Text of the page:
Click here to read the text of the new state law. Additional information regarding Form I-9 is available by clicking here

ORIGINALLY POSTED BY HR360

Workers affected by California drought to receive temporary employment

Labor Department announces $18M in National Dislocated Worker Grant funding

WASHINGTON — Now well into its fourth year, one of the worst droughts in California in more than a century continues to cause economic insecurity for many families in the region, particularly in the agriculture sector. A recent University of California Davis study estimates 18,000 people lost jobs because of drought. These losses leave working families struggling to make ends meet, and today the Department of Labor is announcing up to $18 million in National Dislocated Worker Grant (formerly referred to as National Emergency Grants) funding to the state of California to provide jobs for workers dislocated by the drought, with $3 million released initially.

“For so many in California’s growing regions, water has been their livelihood for generations,” said U.S. Secretary of Labor Thomas E. Perez. “Without it, growth — both the natural growth of living things and of the local economy — slows to a standstill. For those whose ability to provide for their families is most immediately affected by the drought, this funding will provide much needed temporary employment. I am particularly grateful to Congressman Jim Costa — who is announcing the grant today in Fresno — for bringing the suffering of these families to my attention and setting in motion this much-needed federal assistance.”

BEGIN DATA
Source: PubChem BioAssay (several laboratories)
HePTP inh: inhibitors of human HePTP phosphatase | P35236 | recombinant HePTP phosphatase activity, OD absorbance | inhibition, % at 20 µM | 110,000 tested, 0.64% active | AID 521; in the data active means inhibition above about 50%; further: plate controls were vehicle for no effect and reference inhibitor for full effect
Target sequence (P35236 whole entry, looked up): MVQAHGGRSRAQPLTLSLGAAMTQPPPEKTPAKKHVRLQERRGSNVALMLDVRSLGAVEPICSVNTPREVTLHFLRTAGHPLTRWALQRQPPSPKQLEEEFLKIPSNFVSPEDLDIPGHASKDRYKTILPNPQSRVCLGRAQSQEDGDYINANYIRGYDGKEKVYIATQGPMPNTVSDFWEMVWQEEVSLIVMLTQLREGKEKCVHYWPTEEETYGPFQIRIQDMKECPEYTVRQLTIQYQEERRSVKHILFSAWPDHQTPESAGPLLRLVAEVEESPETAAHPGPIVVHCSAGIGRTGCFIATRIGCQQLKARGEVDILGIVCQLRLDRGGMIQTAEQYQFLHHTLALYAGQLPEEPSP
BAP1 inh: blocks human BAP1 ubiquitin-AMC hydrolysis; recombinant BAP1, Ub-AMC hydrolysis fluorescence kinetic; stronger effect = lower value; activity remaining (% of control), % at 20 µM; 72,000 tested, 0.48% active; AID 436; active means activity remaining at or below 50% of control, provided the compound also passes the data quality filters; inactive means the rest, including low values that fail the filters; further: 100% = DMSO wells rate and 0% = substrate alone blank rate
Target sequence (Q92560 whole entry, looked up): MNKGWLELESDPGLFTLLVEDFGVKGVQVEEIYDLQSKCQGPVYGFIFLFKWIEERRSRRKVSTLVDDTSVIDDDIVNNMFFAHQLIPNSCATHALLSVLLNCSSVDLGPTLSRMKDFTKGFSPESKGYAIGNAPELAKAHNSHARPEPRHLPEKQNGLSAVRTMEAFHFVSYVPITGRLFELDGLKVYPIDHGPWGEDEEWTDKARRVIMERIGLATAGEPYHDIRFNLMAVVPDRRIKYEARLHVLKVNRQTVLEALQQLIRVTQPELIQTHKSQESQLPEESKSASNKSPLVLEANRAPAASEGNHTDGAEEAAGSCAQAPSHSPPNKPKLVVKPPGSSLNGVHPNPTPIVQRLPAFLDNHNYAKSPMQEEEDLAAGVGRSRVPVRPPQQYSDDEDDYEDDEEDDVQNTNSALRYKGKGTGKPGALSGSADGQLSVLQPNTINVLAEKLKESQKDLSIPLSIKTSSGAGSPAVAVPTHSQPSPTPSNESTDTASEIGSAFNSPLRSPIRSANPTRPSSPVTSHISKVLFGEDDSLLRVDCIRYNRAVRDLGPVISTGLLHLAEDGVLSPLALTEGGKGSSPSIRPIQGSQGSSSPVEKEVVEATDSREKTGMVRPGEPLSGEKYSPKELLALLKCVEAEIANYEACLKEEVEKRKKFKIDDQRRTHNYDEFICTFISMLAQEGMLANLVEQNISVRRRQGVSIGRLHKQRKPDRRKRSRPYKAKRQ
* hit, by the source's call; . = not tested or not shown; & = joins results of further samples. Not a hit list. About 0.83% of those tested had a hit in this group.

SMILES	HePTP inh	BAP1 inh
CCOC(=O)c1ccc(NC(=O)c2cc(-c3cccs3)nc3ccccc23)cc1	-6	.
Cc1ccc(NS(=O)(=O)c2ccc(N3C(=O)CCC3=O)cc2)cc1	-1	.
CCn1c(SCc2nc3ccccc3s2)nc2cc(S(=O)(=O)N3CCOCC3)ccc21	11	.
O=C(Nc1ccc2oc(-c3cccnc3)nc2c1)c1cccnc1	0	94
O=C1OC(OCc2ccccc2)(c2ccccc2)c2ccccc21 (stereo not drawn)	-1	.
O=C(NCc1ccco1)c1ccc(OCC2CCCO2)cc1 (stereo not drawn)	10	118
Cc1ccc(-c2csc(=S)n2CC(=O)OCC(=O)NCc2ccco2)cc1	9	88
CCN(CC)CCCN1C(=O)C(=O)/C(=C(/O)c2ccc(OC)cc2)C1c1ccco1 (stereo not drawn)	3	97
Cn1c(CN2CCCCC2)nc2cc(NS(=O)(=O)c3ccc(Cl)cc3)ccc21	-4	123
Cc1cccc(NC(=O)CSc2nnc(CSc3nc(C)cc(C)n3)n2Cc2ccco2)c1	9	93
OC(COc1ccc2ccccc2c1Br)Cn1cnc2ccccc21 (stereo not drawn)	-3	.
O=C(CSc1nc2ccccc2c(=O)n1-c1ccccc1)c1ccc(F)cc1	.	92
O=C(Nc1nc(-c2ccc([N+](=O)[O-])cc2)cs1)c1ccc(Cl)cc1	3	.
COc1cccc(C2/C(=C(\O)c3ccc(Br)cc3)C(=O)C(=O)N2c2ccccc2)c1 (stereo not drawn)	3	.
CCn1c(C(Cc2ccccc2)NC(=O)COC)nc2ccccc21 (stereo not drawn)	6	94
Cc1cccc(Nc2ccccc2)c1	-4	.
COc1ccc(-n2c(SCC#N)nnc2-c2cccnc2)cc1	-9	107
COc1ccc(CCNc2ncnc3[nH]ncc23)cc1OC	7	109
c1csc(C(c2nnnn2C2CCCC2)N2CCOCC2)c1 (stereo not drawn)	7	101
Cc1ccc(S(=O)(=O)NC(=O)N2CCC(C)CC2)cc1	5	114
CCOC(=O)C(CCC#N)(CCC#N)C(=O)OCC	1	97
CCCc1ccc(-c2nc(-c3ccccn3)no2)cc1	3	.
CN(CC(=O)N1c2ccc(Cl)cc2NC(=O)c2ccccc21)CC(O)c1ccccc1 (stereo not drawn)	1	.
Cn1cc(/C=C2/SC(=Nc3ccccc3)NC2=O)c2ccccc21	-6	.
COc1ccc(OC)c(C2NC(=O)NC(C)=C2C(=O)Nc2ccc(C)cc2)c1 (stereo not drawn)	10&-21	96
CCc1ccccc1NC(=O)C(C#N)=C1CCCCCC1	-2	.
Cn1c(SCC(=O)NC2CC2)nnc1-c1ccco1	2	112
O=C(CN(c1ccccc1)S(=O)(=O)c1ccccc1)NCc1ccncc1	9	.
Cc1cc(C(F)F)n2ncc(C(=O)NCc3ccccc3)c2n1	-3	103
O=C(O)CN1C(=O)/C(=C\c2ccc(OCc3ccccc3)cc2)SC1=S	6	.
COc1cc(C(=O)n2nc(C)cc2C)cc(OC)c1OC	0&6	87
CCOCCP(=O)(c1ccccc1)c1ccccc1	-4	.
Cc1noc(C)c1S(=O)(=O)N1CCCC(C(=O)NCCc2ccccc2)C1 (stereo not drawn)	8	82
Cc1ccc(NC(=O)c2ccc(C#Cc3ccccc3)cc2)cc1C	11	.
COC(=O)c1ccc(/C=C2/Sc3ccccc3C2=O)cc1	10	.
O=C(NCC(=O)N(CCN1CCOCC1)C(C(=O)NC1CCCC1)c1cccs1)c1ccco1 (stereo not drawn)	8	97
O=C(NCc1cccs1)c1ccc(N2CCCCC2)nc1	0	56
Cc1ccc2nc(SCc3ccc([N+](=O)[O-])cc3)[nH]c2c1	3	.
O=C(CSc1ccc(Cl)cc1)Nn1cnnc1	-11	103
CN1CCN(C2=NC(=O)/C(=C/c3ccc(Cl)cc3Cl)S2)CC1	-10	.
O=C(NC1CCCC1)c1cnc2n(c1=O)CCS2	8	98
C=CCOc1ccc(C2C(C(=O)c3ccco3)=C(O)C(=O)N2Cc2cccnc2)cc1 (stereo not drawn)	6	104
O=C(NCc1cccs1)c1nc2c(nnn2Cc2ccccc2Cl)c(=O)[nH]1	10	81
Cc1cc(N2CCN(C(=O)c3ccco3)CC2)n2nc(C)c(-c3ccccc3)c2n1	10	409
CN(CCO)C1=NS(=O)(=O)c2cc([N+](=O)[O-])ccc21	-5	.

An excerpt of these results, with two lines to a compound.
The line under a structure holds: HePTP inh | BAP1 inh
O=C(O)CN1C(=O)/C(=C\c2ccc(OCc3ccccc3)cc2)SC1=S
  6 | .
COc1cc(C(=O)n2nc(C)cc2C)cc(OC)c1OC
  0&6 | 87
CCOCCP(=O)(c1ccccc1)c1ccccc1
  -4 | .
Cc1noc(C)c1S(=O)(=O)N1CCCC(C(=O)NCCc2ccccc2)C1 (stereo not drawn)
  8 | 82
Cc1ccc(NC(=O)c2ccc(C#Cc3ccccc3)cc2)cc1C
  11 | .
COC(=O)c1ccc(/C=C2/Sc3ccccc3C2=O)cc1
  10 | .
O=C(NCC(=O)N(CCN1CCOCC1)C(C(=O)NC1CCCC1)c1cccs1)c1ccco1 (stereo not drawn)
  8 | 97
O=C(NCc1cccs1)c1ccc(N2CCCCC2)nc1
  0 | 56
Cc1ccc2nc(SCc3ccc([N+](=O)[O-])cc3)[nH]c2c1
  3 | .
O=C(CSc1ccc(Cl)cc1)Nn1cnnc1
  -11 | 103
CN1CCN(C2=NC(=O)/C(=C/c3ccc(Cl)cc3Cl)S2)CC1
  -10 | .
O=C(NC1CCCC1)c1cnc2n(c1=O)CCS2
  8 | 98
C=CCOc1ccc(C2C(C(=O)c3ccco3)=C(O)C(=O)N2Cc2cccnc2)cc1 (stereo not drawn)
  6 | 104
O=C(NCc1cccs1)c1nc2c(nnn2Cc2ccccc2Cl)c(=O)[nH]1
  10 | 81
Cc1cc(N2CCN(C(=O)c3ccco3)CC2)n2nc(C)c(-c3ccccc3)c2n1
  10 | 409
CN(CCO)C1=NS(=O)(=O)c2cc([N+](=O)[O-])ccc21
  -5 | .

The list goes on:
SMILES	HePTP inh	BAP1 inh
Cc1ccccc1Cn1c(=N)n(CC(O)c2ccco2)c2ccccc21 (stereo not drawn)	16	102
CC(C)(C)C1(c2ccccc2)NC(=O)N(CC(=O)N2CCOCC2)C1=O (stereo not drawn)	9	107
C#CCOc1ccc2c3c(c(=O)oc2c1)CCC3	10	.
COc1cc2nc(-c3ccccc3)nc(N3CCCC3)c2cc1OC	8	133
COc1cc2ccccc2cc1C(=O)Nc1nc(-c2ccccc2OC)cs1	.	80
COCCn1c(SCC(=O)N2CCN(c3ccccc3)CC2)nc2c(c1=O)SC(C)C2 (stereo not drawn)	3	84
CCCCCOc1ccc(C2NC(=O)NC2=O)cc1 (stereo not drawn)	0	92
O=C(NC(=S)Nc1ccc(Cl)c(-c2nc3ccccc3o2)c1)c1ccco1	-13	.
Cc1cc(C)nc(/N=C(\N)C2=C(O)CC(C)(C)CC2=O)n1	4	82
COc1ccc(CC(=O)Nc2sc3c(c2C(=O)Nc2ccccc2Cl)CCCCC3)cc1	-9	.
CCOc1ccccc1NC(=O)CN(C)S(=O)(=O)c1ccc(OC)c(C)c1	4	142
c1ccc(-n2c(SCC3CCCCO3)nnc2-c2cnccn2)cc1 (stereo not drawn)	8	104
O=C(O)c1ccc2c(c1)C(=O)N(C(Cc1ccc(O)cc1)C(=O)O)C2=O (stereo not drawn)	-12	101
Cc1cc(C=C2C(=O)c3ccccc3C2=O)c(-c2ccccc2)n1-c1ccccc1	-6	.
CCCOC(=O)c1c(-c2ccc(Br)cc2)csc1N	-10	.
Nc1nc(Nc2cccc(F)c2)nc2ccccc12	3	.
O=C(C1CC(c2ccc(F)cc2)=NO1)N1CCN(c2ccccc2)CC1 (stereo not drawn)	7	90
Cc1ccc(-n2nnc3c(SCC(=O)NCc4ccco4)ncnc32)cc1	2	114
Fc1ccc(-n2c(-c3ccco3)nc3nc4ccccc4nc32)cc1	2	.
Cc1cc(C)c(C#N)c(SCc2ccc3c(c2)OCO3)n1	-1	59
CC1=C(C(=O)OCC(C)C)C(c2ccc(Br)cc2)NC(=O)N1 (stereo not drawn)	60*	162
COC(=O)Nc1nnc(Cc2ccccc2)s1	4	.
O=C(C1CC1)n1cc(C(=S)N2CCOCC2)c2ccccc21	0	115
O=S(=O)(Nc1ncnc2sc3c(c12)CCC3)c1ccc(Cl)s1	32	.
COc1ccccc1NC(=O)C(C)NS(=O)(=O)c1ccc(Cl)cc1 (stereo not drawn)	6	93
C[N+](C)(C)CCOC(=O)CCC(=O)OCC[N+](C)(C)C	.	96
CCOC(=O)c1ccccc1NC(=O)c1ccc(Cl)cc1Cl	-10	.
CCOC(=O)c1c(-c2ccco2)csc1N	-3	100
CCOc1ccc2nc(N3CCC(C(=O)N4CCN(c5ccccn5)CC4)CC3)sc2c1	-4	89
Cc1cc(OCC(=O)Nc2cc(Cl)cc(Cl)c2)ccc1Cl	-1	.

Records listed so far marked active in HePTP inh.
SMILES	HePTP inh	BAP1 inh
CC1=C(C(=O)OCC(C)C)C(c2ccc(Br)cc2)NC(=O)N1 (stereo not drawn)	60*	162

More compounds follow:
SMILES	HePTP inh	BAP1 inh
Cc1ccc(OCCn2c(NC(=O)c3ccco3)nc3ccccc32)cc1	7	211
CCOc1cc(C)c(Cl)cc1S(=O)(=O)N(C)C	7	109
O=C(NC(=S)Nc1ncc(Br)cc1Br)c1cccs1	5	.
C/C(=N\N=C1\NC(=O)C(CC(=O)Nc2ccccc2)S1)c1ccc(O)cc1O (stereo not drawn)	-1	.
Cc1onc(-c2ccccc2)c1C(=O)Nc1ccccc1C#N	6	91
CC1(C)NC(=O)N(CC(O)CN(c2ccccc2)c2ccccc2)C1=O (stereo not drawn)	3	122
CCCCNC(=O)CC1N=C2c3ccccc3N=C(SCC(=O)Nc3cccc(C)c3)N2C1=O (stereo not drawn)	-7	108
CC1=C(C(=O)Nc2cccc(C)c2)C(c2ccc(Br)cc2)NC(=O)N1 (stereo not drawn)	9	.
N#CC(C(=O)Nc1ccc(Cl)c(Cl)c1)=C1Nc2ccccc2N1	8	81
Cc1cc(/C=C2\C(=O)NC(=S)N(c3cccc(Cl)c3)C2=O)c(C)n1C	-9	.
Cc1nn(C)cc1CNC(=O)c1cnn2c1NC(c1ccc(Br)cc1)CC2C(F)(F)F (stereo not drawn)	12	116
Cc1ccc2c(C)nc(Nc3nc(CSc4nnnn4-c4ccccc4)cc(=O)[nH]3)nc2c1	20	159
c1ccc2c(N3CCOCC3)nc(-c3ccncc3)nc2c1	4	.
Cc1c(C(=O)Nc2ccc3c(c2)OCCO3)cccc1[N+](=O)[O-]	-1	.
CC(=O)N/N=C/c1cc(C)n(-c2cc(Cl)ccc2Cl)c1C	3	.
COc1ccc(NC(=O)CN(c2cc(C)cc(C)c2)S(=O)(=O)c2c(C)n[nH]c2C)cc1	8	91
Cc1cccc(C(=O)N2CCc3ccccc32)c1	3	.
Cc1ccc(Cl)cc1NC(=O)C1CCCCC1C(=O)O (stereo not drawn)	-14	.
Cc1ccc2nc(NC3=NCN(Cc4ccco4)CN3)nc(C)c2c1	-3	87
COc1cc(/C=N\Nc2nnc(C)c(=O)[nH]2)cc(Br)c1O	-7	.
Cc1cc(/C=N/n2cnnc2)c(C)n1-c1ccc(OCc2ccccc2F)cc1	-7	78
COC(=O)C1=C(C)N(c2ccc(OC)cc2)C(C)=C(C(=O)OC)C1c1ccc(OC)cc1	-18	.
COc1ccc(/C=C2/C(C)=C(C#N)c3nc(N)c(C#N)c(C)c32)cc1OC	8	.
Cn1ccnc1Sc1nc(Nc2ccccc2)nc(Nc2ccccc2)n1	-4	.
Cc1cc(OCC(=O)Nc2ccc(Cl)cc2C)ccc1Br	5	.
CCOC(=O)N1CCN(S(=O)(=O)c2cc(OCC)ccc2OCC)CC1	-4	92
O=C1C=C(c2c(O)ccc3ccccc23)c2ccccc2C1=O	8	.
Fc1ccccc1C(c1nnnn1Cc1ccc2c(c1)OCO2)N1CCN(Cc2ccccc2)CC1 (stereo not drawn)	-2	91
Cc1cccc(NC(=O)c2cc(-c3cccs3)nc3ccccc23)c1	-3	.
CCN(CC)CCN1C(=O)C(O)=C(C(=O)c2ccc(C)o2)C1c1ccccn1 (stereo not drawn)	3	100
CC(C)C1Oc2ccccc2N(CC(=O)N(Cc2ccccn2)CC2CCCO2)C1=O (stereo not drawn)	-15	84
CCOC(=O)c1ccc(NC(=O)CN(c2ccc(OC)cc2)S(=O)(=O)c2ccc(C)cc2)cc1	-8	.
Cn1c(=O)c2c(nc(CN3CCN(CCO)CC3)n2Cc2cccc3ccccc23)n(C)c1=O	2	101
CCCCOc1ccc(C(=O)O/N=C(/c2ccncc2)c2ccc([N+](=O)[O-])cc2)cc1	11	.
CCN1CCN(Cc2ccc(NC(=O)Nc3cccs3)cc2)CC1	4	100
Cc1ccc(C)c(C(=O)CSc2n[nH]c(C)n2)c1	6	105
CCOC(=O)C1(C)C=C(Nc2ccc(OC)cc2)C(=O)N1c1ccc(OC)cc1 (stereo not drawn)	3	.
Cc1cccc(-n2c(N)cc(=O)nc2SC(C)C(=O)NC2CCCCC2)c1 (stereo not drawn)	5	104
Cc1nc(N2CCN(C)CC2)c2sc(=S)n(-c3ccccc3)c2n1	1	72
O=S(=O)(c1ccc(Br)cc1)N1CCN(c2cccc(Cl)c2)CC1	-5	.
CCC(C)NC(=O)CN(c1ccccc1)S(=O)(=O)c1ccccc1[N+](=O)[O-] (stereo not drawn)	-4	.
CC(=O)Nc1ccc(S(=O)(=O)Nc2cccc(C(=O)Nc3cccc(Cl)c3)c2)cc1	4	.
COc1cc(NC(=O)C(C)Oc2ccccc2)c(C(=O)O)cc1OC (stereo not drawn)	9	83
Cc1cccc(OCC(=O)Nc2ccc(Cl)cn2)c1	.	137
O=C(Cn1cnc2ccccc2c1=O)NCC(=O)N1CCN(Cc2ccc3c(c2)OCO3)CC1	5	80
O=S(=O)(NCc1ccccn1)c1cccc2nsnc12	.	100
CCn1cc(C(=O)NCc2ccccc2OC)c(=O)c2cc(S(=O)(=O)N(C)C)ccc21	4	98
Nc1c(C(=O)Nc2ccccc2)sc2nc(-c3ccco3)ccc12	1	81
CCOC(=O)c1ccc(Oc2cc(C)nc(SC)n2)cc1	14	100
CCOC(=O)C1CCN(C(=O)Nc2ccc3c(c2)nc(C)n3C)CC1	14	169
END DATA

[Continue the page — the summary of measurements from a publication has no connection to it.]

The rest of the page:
This NDWG will employ up to 1,000 workers for up to six months with public and nonprofit agencies working to remove dead foliage to prevent potential fires and mudslides, and renovating and repairing public facilities damaged by the sustained drought. Made possible by the Workforce Innovation and Opportunity Act, the grant will focus on the areas facing the most severe impacts in California. Other states that have received a drought emergency declaration and can document drought-impacted job losses will have the option to apply for similar dislocated worker grants. The program will also support youth in drought-impacted households as well as the long-term unemployed.

California’s Employment Development Department will deploy the project funds through the Northern Rural Training and Employment Consortium and through La Cooperativa Campesina de California. NoRTEC — a local Workforce Development Board in the far northern part of the State — and La Cooperativa — a statewide convener of farm worker programs throughout California — will work directly with regional partners and project work sites to assist impacted workers.

As President Obama said on a visit to Fresno, Calif., last year, “California is our biggest economy, California is our biggest agricultural producer, so what happens here matters to every working American, right down to the cost of food that you put on your table.” That’s why the administration has announced new actions and investments of more than $110 million — of which this NDWG is part — to support workers, farmers and rural communities suffering from drought and to combat wildfires. This builds on the more than $190 million that agencies across the federal government have invested to support drought-stricken communities so far this year.

National Dislocated Worker Grants are part of the secretary of labor’s discretionary fund. The department awards the grant based on a state’s ability to meet specific guidelines.